John Conard

Memorial Location


  • Private
  • Served: July 1775 – January 7, 1777 & October 1777 – 1779
  • Revolutionary War – Virginia Militia

Deceased April 9, 1903. Interred in Loudoun County, Virginia.
The son of Anthony Cunread/Conard and Sarah Hatfield, John Conard was born Feb. 8, 1738 in Worcester county Penn. From there, he moved to Loudoun County (possibly Hillsburough) in 1762. It was there that he married Elizabeth Potts, daughter of David and Ann R “Nancy” (Roberts) Potts, on December 16, 1762. John and Elizabeth’s family’s were members of the “Society of Friends”, or, the Quakers. He then died April 9, 1803 in Loudoun County, VA.
During his life, John served as a private in the Revolutionary War. He was in the Virginia Militia from July of 1775 until January of 1777. When he re-enlisted in October. In 1779, he was deemed unfit for service, seemingly due to health reasons. Because of his service to the war, he was disowned by the Quaker Church; each of his children were disowned one by one as well. It is said, that his son, Anthony Conard, also served in the war as a young boy around the ages of 10 or 12 years old. John’s wife, Elizabeth Potts, had several relatives who also served in the War. It is said that after the war, Anthony was a neighbor and close friend to George Washington.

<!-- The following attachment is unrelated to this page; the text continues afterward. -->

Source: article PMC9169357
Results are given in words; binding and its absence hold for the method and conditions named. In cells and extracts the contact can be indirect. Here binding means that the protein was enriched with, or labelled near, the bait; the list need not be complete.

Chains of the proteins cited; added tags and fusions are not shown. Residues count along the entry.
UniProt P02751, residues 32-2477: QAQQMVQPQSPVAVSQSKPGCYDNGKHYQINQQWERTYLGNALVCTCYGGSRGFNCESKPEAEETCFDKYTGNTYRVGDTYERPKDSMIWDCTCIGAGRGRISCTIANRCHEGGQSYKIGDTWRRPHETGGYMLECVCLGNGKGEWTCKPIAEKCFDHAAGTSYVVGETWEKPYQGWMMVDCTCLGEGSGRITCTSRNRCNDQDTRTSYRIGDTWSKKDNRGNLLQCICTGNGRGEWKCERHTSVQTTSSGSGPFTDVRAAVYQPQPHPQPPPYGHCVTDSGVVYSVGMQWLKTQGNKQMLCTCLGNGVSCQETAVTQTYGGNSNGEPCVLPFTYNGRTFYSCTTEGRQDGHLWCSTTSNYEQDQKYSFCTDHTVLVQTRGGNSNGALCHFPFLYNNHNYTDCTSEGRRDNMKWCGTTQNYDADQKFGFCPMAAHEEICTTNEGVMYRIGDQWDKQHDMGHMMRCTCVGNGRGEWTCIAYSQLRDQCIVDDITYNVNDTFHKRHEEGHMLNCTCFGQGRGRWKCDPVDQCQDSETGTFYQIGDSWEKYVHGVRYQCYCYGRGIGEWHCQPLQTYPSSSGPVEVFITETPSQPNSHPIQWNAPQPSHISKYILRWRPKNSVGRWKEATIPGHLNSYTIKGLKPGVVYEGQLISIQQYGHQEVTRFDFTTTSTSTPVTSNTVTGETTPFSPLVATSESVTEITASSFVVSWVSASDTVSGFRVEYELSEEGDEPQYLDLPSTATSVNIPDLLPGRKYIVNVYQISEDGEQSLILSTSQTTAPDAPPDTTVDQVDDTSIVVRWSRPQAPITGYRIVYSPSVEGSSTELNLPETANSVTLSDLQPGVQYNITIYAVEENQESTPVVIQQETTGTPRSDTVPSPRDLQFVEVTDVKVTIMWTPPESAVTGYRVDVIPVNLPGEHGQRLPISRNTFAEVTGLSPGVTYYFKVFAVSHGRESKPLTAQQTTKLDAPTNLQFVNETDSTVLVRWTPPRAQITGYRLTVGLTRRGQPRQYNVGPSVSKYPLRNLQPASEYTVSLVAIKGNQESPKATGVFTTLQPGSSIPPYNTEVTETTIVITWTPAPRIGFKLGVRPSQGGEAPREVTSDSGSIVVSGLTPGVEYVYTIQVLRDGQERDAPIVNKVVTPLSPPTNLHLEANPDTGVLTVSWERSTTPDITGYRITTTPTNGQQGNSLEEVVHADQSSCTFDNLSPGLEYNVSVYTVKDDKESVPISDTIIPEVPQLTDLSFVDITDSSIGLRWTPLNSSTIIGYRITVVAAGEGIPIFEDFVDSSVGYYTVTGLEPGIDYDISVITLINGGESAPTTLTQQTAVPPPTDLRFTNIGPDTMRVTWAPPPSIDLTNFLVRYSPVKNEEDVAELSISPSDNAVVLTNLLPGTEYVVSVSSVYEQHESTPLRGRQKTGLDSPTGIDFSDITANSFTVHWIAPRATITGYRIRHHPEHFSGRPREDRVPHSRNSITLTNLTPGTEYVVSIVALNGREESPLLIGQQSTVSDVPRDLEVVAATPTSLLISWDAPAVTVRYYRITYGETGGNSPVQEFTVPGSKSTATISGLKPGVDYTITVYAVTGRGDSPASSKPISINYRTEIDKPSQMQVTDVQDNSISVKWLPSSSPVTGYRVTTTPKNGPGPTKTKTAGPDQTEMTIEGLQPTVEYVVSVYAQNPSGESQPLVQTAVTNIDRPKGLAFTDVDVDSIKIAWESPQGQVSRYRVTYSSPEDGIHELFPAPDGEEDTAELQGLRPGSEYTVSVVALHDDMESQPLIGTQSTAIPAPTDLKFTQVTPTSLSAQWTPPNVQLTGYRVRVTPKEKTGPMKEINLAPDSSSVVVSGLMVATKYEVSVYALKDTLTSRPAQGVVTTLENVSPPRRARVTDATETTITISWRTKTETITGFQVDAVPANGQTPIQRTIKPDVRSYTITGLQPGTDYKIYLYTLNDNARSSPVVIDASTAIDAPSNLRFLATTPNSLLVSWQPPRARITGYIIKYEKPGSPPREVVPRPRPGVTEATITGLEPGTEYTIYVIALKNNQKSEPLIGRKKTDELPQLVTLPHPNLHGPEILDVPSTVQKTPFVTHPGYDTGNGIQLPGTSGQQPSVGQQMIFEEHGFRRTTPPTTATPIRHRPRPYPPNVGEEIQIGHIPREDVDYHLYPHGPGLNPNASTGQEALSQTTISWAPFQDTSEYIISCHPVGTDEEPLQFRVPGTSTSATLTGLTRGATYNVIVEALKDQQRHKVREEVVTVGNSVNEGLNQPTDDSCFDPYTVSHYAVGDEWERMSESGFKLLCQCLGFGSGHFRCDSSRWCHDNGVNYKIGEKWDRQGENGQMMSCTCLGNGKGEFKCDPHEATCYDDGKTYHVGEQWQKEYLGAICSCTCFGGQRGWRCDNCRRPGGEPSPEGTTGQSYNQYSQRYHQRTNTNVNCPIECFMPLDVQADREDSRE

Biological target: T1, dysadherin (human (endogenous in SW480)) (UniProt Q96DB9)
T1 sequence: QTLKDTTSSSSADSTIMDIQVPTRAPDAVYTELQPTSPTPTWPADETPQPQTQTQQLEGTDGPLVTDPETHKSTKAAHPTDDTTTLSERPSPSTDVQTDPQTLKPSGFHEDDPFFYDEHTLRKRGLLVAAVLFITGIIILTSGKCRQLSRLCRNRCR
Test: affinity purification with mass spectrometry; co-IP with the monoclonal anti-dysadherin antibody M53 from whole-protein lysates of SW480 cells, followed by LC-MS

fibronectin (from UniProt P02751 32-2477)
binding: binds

John Conard’s great grandfather, Thones Kunders, was among the “Original 13” German immigrant families who arrived in Pennsylvania at the request of William Penn in 1683, and founded Germantown, Penn. It was in Thones’ home that the first meeting of the “German Friends” of which he was a founder and one of its first officers, took place. It was also in Thones’ home where the first papers, on this continent, denouncing slavery were written on April 16, 1688.